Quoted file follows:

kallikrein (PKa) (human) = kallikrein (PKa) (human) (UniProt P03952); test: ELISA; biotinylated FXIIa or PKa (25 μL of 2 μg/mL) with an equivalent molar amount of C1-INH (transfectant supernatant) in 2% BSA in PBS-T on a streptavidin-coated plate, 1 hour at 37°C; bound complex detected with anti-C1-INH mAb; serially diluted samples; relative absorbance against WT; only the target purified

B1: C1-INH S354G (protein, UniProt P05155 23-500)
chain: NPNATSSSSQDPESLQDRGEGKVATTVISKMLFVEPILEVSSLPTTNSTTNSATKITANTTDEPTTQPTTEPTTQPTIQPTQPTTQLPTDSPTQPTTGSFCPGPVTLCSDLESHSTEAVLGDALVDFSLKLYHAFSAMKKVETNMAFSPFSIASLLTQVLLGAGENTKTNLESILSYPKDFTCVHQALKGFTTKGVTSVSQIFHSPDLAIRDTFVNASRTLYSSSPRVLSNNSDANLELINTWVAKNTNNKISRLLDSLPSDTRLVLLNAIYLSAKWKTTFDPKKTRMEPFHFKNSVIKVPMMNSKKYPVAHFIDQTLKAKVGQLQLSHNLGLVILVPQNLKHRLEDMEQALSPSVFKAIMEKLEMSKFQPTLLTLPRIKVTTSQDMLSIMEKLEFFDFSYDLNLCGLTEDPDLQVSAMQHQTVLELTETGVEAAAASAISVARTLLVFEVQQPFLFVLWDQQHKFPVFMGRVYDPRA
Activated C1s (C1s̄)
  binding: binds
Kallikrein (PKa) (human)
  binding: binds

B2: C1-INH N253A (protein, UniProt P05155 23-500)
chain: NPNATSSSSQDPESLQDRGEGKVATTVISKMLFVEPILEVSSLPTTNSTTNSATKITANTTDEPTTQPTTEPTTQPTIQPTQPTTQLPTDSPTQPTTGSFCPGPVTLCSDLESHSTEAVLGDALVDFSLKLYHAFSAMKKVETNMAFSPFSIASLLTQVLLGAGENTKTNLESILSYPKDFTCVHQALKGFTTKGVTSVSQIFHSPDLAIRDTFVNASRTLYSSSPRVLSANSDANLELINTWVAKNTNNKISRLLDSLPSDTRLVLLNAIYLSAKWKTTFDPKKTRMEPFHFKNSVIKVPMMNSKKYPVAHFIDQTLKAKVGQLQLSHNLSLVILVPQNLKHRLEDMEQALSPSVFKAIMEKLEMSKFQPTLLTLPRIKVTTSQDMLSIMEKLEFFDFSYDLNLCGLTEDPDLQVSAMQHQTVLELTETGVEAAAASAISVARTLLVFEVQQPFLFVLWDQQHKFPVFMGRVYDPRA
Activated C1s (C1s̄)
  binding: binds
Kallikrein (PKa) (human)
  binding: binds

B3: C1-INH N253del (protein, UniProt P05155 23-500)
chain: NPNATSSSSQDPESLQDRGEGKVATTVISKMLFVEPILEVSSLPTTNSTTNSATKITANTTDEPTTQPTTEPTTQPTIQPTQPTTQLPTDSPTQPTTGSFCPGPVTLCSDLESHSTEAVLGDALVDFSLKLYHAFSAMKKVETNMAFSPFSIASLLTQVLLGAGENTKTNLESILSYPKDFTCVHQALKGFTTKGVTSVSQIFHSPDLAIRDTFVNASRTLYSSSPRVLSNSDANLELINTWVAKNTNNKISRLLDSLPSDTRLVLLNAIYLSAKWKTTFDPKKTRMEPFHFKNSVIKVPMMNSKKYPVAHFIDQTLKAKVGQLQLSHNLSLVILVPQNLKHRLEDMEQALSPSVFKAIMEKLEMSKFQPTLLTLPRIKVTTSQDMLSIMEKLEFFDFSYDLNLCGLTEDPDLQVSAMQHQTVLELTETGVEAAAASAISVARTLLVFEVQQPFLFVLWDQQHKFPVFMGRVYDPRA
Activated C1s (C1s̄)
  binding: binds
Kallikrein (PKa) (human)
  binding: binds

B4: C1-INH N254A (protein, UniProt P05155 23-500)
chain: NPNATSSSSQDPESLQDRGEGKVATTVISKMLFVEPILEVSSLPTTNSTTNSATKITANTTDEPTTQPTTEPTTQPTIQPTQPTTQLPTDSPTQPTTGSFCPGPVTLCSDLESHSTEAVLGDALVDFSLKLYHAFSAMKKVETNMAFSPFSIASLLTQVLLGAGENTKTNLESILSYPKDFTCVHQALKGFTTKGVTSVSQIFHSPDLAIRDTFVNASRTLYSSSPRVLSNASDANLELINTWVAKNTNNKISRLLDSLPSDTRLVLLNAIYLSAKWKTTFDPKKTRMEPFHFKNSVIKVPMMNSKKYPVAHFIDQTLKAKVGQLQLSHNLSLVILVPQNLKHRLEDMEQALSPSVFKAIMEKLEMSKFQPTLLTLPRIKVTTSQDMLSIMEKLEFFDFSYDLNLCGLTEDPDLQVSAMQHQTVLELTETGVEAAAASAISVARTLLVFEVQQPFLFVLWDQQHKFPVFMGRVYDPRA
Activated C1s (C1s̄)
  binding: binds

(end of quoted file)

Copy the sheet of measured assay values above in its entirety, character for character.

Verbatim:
kallikrein (PKa) (human) = kallikrein (PKa) (human) (UniProt P03952); test: ELISA; biotinylated FXIIa or PKa (25 μL of 2 μg/mL) with an equivalent molar amount of C1-INH (transfectant supernatant) in 2% BSA in PBS-T on a streptavidin-coated plate, 1 hour at 37°C; bound complex detected with anti-C1-INH mAb; serially diluted samples; relative absorbance against WT; only the target purified

B1: C1-INH S354G (protein, UniProt P05155 23-500)
chain: NPNATSSSSQDPESLQDRGEGKVATTVISKMLFVEPILEVSSLPTTNSTTNSATKITANTTDEPTTQPTTEPTTQPTIQPTQPTTQLPTDSPTQPTTGSFCPGPVTLCSDLESHSTEAVLGDALVDFSLKLYHAFSAMKKVETNMAFSPFSIASLLTQVLLGAGENTKTNLESILSYPKDFTCVHQALKGFTTKGVTSVSQIFHSPDLAIRDTFVNASRTLYSSSPRVLSNNSDANLELINTWVAKNTNNKISRLLDSLPSDTRLVLLNAIYLSAKWKTTFDPKKTRMEPFHFKNSVIKVPMMNSKKYPVAHFIDQTLKAKVGQLQLSHNLGLVILVPQNLKHRLEDMEQALSPSVFKAIMEKLEMSKFQPTLLTLPRIKVTTSQDMLSIMEKLEFFDFSYDLNLCGLTEDPDLQVSAMQHQTVLELTETGVEAAAASAISVARTLLVFEVQQPFLFVLWDQQHKFPVFMGRVYDPRA
Activated C1s (C1s̄)
  binding: binds
Kallikrein (PKa) (human)
  binding: binds

B2: C1-INH N253A (protein, UniProt P05155 23-500)
chain: NPNATSSSSQDPESLQDRGEGKVATTVISKMLFVEPILEVSSLPTTNSTTNSATKITANTTDEPTTQPTTEPTTQPTIQPTQPTTQLPTDSPTQPTTGSFCPGPVTLCSDLESHSTEAVLGDALVDFSLKLYHAFSAMKKVETNMAFSPFSIASLLTQVLLGAGENTKTNLESILSYPKDFTCVHQALKGFTTKGVTSVSQIFHSPDLAIRDTFVNASRTLYSSSPRVLSANSDANLELINTWVAKNTNNKISRLLDSLPSDTRLVLLNAIYLSAKWKTTFDPKKTRMEPFHFKNSVIKVPMMNSKKYPVAHFIDQTLKAKVGQLQLSHNLSLVILVPQNLKHRLEDMEQALSPSVFKAIMEKLEMSKFQPTLLTLPRIKVTTSQDMLSIMEKLEFFDFSYDLNLCGLTEDPDLQVSAMQHQTVLELTETGVEAAAASAISVARTLLVFEVQQPFLFVLWDQQHKFPVFMGRVYDPRA
Activated C1s (C1s̄)
  binding: binds
Kallikrein (PKa) (human)
  binding: binds

B3: C1-INH N253del (protein, UniProt P05155 23-500)
chain: NPNATSSSSQDPESLQDRGEGKVATTVISKMLFVEPILEVSSLPTTNSTTNSATKITANTTDEPTTQPTTEPTTQPTIQPTQPTTQLPTDSPTQPTTGSFCPGPVTLCSDLESHSTEAVLGDALVDFSLKLYHAFSAMKKVETNMAFSPFSIASLLTQVLLGAGENTKTNLESILSYPKDFTCVHQALKGFTTKGVTSVSQIFHSPDLAIRDTFVNASRTLYSSSPRVLSNSDANLELINTWVAKNTNNKISRLLDSLPSDTRLVLLNAIYLSAKWKTTFDPKKTRMEPFHFKNSVIKVPMMNSKKYPVAHFIDQTLKAKVGQLQLSHNLSLVILVPQNLKHRLEDMEQALSPSVFKAIMEKLEMSKFQPTLLTLPRIKVTTSQDMLSIMEKLEFFDFSYDLNLCGLTEDPDLQVSAMQHQTVLELTETGVEAAAASAISVARTLLVFEVQQPFLFVLWDQQHKFPVFMGRVYDPRA
Activated C1s (C1s̄)
  binding: binds
Kallikrein (PKa) (human)
  binding: binds

B4: C1-INH N254A (protein, UniProt P05155 23-500)
chain: NPNATSSSSQDPESLQDRGEGKVATTVISKMLFVEPILEVSSLPTTNSTTNSATKITANTTDEPTTQPTTEPTTQPTIQPTQPTTQLPTDSPTQPTTGSFCPGPVTLCSDLESHSTEAVLGDALVDFSLKLYHAFSAMKKVETNMAFSPFSIASLLTQVLLGAGENTKTNLESILSYPKDFTCVHQALKGFTTKGVTSVSQIFHSPDLAIRDTFVNASRTLYSSSPRVLSNASDANLELINTWVAKNTNNKISRLLDSLPSDTRLVLLNAIYLSAKWKTTFDPKKTRMEPFHFKNSVIKVPMMNSKKYPVAHFIDQTLKAKVGQLQLSHNLSLVILVPQNLKHRLEDMEQALSPSVFKAIMEKLEMSKFQPTLLTLPRIKVTTSQDMLSIMEKLEFFDFSYDLNLCGLTEDPDLQVSAMQHQTVLELTETGVEAAAASAISVARTLLVFEVQQPFLFVLWDQQHKFPVFMGRVYDPRA
Activated C1s (C1s̄)
  binding: binds